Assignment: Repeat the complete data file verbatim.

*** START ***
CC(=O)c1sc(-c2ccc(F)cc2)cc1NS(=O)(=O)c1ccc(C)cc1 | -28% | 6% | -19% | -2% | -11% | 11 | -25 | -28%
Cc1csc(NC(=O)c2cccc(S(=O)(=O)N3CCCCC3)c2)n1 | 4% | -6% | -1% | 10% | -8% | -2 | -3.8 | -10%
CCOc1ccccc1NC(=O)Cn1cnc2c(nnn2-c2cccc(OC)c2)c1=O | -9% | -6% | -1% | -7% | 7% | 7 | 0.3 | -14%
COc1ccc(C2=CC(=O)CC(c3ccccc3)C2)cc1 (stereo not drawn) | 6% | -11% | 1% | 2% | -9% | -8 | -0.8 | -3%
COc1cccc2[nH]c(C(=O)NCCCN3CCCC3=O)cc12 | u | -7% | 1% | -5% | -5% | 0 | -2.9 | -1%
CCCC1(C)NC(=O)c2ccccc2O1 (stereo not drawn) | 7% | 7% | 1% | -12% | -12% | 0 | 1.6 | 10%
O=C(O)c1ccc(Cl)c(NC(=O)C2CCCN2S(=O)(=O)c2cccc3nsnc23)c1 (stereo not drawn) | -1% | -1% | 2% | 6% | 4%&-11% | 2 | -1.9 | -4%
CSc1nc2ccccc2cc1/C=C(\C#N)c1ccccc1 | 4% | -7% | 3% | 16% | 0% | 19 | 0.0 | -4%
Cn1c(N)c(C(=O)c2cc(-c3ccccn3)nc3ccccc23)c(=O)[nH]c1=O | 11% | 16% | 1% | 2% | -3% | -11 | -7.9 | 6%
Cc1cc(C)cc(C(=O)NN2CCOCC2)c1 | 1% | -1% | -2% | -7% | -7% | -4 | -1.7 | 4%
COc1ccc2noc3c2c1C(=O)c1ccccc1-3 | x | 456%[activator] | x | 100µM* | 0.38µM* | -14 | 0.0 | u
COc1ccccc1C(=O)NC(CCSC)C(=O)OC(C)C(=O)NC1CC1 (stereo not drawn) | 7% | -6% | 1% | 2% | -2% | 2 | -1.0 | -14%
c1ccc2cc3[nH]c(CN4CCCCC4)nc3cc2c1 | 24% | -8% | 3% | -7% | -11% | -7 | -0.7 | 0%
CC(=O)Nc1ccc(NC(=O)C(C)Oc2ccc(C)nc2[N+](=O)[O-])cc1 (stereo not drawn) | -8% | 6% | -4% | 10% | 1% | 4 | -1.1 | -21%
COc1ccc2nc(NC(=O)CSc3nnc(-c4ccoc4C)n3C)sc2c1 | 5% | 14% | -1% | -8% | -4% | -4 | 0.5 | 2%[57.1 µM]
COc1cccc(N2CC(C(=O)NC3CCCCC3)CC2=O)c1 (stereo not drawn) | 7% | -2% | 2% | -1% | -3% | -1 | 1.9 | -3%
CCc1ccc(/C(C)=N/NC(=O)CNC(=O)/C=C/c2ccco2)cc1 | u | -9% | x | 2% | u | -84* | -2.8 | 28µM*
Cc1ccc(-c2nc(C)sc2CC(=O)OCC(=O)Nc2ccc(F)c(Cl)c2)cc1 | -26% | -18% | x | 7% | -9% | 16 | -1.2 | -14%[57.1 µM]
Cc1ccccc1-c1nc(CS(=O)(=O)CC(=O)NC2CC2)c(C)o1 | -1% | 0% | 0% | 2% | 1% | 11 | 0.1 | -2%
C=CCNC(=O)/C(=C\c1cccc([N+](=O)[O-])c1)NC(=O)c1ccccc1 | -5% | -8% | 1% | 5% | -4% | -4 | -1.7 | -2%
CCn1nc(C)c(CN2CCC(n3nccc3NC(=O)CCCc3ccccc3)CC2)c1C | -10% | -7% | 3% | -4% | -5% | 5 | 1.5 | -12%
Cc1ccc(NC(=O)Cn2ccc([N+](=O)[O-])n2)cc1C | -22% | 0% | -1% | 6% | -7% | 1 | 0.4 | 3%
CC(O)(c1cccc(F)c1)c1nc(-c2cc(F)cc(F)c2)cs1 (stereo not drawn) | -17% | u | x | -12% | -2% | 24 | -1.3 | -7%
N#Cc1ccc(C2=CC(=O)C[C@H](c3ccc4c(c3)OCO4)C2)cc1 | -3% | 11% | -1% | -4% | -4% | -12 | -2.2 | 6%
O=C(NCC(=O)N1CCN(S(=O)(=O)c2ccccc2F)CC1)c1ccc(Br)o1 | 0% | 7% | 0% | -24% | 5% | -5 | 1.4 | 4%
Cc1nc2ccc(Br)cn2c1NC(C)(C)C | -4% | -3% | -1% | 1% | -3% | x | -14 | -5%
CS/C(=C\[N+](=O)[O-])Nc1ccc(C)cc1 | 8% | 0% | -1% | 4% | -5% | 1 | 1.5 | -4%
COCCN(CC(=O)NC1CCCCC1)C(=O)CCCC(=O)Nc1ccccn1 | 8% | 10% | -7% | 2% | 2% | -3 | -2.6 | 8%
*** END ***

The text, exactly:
CC(=O)c1sc(-c2ccc(F)cc2)cc1NS(=O)(=O)c1ccc(C)cc1 | -28% | 6% | -19% | -2% | -11% | 11 | -25 | -28%
Cc1csc(NC(=O)c2cccc(S(=O)(=O)N3CCCCC3)c2)n1 | 4% | -6% | -1% | 10% | -8% | -2 | -3.8 | -10%
CCOc1ccccc1NC(=O)Cn1cnc2c(nnn2-c2cccc(OC)c2)c1=O | -9% | -6% | -1% | -7% | 7% | 7 | 0.3 | -14%
COc1ccc(C2=CC(=O)CC(c3ccccc3)C2)cc1 (stereo not drawn) | 6% | -11% | 1% | 2% | -9% | -8 | -0.8 | -3%
COc1cccc2[nH]c(C(=O)NCCCN3CCCC3=O)cc12 | u | -7% | 1% | -5% | -5% | 0 | -2.9 | -1%
CCCC1(C)NC(=O)c2ccccc2O1 (stereo not drawn) | 7% | 7% | 1% | -12% | -12% | 0 | 1.6 | 10%
O=C(O)c1ccc(Cl)c(NC(=O)C2CCCN2S(=O)(=O)c2cccc3nsnc23)c1 (stereo not drawn) | -1% | -1% | 2% | 6% | 4%&-11% | 2 | -1.9 | -4%
CSc1nc2ccccc2cc1/C=C(\C#N)c1ccccc1 | 4% | -7% | 3% | 16% | 0% | 19 | 0.0 | -4%
Cn1c(N)c(C(=O)c2cc(-c3ccccn3)nc3ccccc23)c(=O)[nH]c1=O | 11% | 16% | 1% | 2% | -3% | -11 | -7.9 | 6%
Cc1cc(C)cc(C(=O)NN2CCOCC2)c1 | 1% | -1% | -2% | -7% | -7% | -4 | -1.7 | 4%
COc1ccc2noc3c2c1C(=O)c1ccccc1-3 | x | 456%[activator] | x | 100µM* | 0.38µM* | -14 | 0.0 | u
COc1ccccc1C(=O)NC(CCSC)C(=O)OC(C)C(=O)NC1CC1 (stereo not drawn) | 7% | -6% | 1% | 2% | -2% | 2 | -1.0 | -14%
c1ccc2cc3[nH]c(CN4CCCCC4)nc3cc2c1 | 24% | -8% | 3% | -7% | -11% | -7 | -0.7 | 0%
CC(=O)Nc1ccc(NC(=O)C(C)Oc2ccc(C)nc2[N+](=O)[O-])cc1 (stereo not drawn) | -8% | 6% | -4% | 10% | 1% | 4 | -1.1 | -21%
COc1ccc2nc(NC(=O)CSc3nnc(-c4ccoc4C)n3C)sc2c1 | 5% | 14% | -1% | -8% | -4% | -4 | 0.5 | 2%[57.1 µM]
COc1cccc(N2CC(C(=O)NC3CCCCC3)CC2=O)c1 (stereo not drawn) | 7% | -2% | 2% | -1% | -3% | -1 | 1.9 | -3%
CCc1ccc(/C(C)=N/NC(=O)CNC(=O)/C=C/c2ccco2)cc1 | u | -9% | x | 2% | u | -84* | -2.8 | 28µM*
Cc1ccc(-c2nc(C)sc2CC(=O)OCC(=O)Nc2ccc(F)c(Cl)c2)cc1 | -26% | -18% | x | 7% | -9% | 16 | -1.2 | -14%[57.1 µM]
Cc1ccccc1-c1nc(CS(=O)(=O)CC(=O)NC2CC2)c(C)o1 | -1% | 0% | 0% | 2% | 1% | 11 | 0.1 | -2%
C=CCNC(=O)/C(=C\c1cccc([N+](=O)[O-])c1)NC(=O)c1ccccc1 | -5% | -8% | 1% | 5% | -4% | -4 | -1.7 | -2%
CCn1nc(C)c(CN2CCC(n3nccc3NC(=O)CCCc3ccccc3)CC2)c1C | -10% | -7% | 3% | -4% | -5% | 5 | 1.5 | -12%
Cc1ccc(NC(=O)Cn2ccc([N+](=O)[O-])n2)cc1C | -22% | 0% | -1% | 6% | -7% | 1 | 0.4 | 3%
CC(O)(c1cccc(F)c1)c1nc(-c2cc(F)cc(F)c2)cs1 (stereo not drawn) | -17% | u | x | -12% | -2% | 24 | -1.3 | -7%
N#Cc1ccc(C2=CC(=O)C[C@H](c3ccc4c(c3)OCO4)C2)cc1 | -3% | 11% | -1% | -4% | -4% | -12 | -2.2 | 6%
O=C(NCC(=O)N1CCN(S(=O)(=O)c2ccccc2F)CC1)c1ccc(Br)o1 | 0% | 7% | 0% | -24% | 5% | -5 | 1.4 | 4%
Cc1nc2ccc(Br)cn2c1NC(C)(C)C | -4% | -3% | -1% | 1% | -3% | x | -14 | -5%
CS/C(=C\[N+](=O)[O-])Nc1ccc(C)cc1 | 8% | 0% | -1% | 4% | -5% | 1 | 1.5 | -4%
COCCN(CC(=O)NC1CCCCC1)C(=O)CCCC(=O)Nc1ccccn1 | 8% | 10% | -7% | 2% | 2% | -3 | -2.6 | 8%